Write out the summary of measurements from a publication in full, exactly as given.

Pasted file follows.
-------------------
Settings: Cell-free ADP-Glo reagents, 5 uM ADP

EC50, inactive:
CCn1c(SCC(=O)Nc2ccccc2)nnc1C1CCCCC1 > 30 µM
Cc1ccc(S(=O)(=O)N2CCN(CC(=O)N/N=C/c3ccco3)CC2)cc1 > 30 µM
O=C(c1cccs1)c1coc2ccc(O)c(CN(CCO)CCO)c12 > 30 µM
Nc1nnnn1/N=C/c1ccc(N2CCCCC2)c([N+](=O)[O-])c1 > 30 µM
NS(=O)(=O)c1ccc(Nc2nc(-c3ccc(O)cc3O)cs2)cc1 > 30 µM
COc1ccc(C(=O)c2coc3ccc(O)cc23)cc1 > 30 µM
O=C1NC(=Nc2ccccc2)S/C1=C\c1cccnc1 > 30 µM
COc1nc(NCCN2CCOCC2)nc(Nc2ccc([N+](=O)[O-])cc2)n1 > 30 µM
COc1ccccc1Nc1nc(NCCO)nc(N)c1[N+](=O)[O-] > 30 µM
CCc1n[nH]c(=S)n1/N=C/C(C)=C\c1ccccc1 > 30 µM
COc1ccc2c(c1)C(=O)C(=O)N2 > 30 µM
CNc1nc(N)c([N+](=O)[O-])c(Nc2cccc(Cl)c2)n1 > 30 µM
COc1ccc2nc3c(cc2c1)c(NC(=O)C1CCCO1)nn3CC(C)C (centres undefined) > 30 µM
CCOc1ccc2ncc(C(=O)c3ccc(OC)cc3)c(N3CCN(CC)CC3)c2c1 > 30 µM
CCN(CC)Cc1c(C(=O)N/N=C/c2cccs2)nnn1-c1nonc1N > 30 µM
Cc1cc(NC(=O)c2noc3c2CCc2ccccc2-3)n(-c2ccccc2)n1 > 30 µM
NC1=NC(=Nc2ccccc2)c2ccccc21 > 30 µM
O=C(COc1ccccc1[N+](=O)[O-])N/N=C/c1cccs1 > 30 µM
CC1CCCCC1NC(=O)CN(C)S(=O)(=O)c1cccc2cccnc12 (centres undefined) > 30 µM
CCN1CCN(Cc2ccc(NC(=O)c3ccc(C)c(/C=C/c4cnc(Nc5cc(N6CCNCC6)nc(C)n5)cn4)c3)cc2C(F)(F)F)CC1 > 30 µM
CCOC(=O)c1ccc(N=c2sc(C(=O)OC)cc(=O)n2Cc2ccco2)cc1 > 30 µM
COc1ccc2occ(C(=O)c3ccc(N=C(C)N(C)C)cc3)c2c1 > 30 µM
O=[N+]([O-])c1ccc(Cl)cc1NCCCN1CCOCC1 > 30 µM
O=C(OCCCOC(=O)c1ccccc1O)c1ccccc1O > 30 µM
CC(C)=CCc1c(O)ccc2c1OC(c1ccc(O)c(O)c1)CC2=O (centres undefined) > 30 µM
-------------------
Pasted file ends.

Settings: Cell-free ADP-Glo reagents, 5 uM ADP

EC50, inactive:
CCn1c(SCC(=O)Nc2ccccc2)nnc1C1CCCCC1 > 30 µM
Cc1ccc(S(=O)(=O)N2CCN(CC(=O)N/N=C/c3ccco3)CC2)cc1 > 30 µM
O=C(c1cccs1)c1coc2ccc(O)c(CN(CCO)CCO)c12 > 30 µM
Nc1nnnn1/N=C/c1ccc(N2CCCCC2)c([N+](=O)[O-])c1 > 30 µM
NS(=O)(=O)c1ccc(Nc2nc(-c3ccc(O)cc3O)cs2)cc1 > 30 µM
COc1ccc(C(=O)c2coc3ccc(O)cc23)cc1 > 30 µM
O=C1NC(=Nc2ccccc2)S/C1=C\c1cccnc1 > 30 µM
COc1nc(NCCN2CCOCC2)nc(Nc2ccc([N+](=O)[O-])cc2)n1 > 30 µM
COc1ccccc1Nc1nc(NCCO)nc(N)c1[N+](=O)[O-] > 30 µM
CCc1n[nH]c(=S)n1/N=C/C(C)=C\c1ccccc1 > 30 µM
COc1ccc2c(c1)C(=O)C(=O)N2 > 30 µM
CNc1nc(N)c([N+](=O)[O-])c(Nc2cccc(Cl)c2)n1 > 30 µM
COc1ccc2nc3c(cc2c1)c(NC(=O)C1CCCO1)nn3CC(C)C (centres undefined) > 30 µM
CCOc1ccc2ncc(C(=O)c3ccc(OC)cc3)c(N3CCN(CC)CC3)c2c1 > 30 µM
CCN(CC)Cc1c(C(=O)N/N=C/c2cccs2)nnn1-c1nonc1N > 30 µM
Cc1cc(NC(=O)c2noc3c2CCc2ccccc2-3)n(-c2ccccc2)n1 > 30 µM
NC1=NC(=Nc2ccccc2)c2ccccc21 > 30 µM
O=C(COc1ccccc1[N+](=O)[O-])N/N=C/c1cccs1 > 30 µM
CC1CCCCC1NC(=O)CN(C)S(=O)(=O)c1cccc2cccnc12 (centres undefined) > 30 µM
CCN1CCN(Cc2ccc(NC(=O)c3ccc(C)c(/C=C/c4cnc(Nc5cc(N6CCNCC6)nc(C)n5)cn4)c3)cc2C(F)(F)F)CC1 > 30 µM
CCOC(=O)c1ccc(N=c2sc(C(=O)OC)cc(=O)n2Cc2ccco2)cc1 > 30 µM
COc1ccc2occ(C(=O)c3ccc(N=C(C)N(C)C)cc3)c2c1 > 30 µM
O=[N+]([O-])c1ccc(Cl)cc1NCCCN1CCOCC1 > 30 µM
O=C(OCCCOC(=O)c1ccccc1O)c1ccccc1O > 30 µM
CC(C)=CCc1c(O)ccc2c1OC(c1ccc(O)c(O)c1)CC2=O (centres undefined) > 30 µM